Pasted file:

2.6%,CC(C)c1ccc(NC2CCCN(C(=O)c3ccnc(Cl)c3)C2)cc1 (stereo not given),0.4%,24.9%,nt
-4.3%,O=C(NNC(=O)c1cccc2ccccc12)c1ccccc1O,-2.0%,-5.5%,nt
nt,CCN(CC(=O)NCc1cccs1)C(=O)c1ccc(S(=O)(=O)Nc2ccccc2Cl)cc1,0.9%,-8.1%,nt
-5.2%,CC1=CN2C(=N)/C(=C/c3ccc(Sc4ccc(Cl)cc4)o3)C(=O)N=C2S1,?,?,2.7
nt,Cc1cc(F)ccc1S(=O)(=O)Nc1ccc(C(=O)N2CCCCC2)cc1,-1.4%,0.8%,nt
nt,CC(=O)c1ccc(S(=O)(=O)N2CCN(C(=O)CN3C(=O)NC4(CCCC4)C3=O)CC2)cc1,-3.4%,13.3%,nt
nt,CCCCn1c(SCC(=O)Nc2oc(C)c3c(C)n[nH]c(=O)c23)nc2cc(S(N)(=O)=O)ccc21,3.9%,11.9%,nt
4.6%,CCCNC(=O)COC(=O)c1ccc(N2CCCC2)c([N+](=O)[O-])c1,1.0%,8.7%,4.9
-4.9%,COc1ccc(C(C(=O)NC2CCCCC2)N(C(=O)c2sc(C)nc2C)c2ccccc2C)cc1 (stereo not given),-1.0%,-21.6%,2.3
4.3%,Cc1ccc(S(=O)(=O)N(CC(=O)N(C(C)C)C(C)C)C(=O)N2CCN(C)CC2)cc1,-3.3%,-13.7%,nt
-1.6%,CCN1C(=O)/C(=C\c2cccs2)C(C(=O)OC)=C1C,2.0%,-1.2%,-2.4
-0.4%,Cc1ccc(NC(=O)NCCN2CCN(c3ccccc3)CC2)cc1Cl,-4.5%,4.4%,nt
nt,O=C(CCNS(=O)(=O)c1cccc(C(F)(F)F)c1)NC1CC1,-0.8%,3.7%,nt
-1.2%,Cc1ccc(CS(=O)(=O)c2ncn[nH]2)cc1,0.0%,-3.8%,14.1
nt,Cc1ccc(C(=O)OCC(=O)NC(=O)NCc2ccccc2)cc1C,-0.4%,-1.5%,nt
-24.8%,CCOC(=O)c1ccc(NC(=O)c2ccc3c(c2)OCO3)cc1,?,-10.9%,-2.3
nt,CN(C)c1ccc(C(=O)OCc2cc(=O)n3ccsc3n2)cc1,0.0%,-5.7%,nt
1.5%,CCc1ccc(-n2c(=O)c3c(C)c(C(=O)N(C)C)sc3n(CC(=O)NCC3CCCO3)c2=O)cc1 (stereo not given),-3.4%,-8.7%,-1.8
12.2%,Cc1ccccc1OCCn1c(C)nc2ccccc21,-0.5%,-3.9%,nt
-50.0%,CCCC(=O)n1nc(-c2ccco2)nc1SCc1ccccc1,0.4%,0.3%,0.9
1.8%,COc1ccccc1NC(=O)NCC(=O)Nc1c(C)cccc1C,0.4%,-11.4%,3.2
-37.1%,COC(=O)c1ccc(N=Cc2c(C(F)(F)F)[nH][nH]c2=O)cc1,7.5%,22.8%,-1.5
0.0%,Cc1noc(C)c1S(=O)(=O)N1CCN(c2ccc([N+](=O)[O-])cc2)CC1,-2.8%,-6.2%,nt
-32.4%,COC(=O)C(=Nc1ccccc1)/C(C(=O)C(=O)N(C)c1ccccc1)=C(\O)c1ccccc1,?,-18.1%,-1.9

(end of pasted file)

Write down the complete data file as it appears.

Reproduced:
2.6%,CC(C)c1ccc(NC2CCCN(C(=O)c3ccnc(Cl)c3)C2)cc1 (stereo not given),0.4%,24.9%,nt
-4.3%,O=C(NNC(=O)c1cccc2ccccc12)c1ccccc1O,-2.0%,-5.5%,nt
nt,CCN(CC(=O)NCc1cccs1)C(=O)c1ccc(S(=O)(=O)Nc2ccccc2Cl)cc1,0.9%,-8.1%,nt
-5.2%,CC1=CN2C(=N)/C(=C/c3ccc(Sc4ccc(Cl)cc4)o3)C(=O)N=C2S1,?,?,2.7
nt,Cc1cc(F)ccc1S(=O)(=O)Nc1ccc(C(=O)N2CCCCC2)cc1,-1.4%,0.8%,nt
nt,CC(=O)c1ccc(S(=O)(=O)N2CCN(C(=O)CN3C(=O)NC4(CCCC4)C3=O)CC2)cc1,-3.4%,13.3%,nt
nt,CCCCn1c(SCC(=O)Nc2oc(C)c3c(C)n[nH]c(=O)c23)nc2cc(S(N)(=O)=O)ccc21,3.9%,11.9%,nt
4.6%,CCCNC(=O)COC(=O)c1ccc(N2CCCC2)c([N+](=O)[O-])c1,1.0%,8.7%,4.9
-4.9%,COc1ccc(C(C(=O)NC2CCCCC2)N(C(=O)c2sc(C)nc2C)c2ccccc2C)cc1 (stereo not given),-1.0%,-21.6%,2.3
4.3%,Cc1ccc(S(=O)(=O)N(CC(=O)N(C(C)C)C(C)C)C(=O)N2CCN(C)CC2)cc1,-3.3%,-13.7%,nt
-1.6%,CCN1C(=O)/C(=C\c2cccs2)C(C(=O)OC)=C1C,2.0%,-1.2%,-2.4
-0.4%,Cc1ccc(NC(=O)NCCN2CCN(c3ccccc3)CC2)cc1Cl,-4.5%,4.4%,nt
nt,O=C(CCNS(=O)(=O)c1cccc(C(F)(F)F)c1)NC1CC1,-0.8%,3.7%,nt
-1.2%,Cc1ccc(CS(=O)(=O)c2ncn[nH]2)cc1,0.0%,-3.8%,14.1
nt,Cc1ccc(C(=O)OCC(=O)NC(=O)NCc2ccccc2)cc1C,-0.4%,-1.5%,nt
-24.8%,CCOC(=O)c1ccc(NC(=O)c2ccc3c(c2)OCO3)cc1,?,-10.9%,-2.3
nt,CN(C)c1ccc(C(=O)OCc2cc(=O)n3ccsc3n2)cc1,0.0%,-5.7%,nt
1.5%,CCc1ccc(-n2c(=O)c3c(C)c(C(=O)N(C)C)sc3n(CC(=O)NCC3CCCO3)c2=O)cc1 (stereo not given),-3.4%,-8.7%,-1.8
12.2%,Cc1ccccc1OCCn1c(C)nc2ccccc21,-0.5%,-3.9%,nt
-50.0%,CCCC(=O)n1nc(-c2ccco2)nc1SCc1ccccc1,0.4%,0.3%,0.9
1.8%,COc1ccccc1NC(=O)NCC(=O)Nc1c(C)cccc1C,0.4%,-11.4%,3.2
-37.1%,COC(=O)c1ccc(N=Cc2c(C(F)(F)F)[nH][nH]c2=O)cc1,7.5%,22.8%,-1.5
0.0%,Cc1noc(C)c1S(=O)(=O)N1CCN(c2ccc([N+](=O)[O-])cc2)CC1,-2.8%,-6.2%,nt
-32.4%,COC(=O)C(=Nc1ccccc1)/C(C(=O)C(=O)N(C)c1ccccc1)=C(\O)c1ccccc1,?,-18.1%,-1.9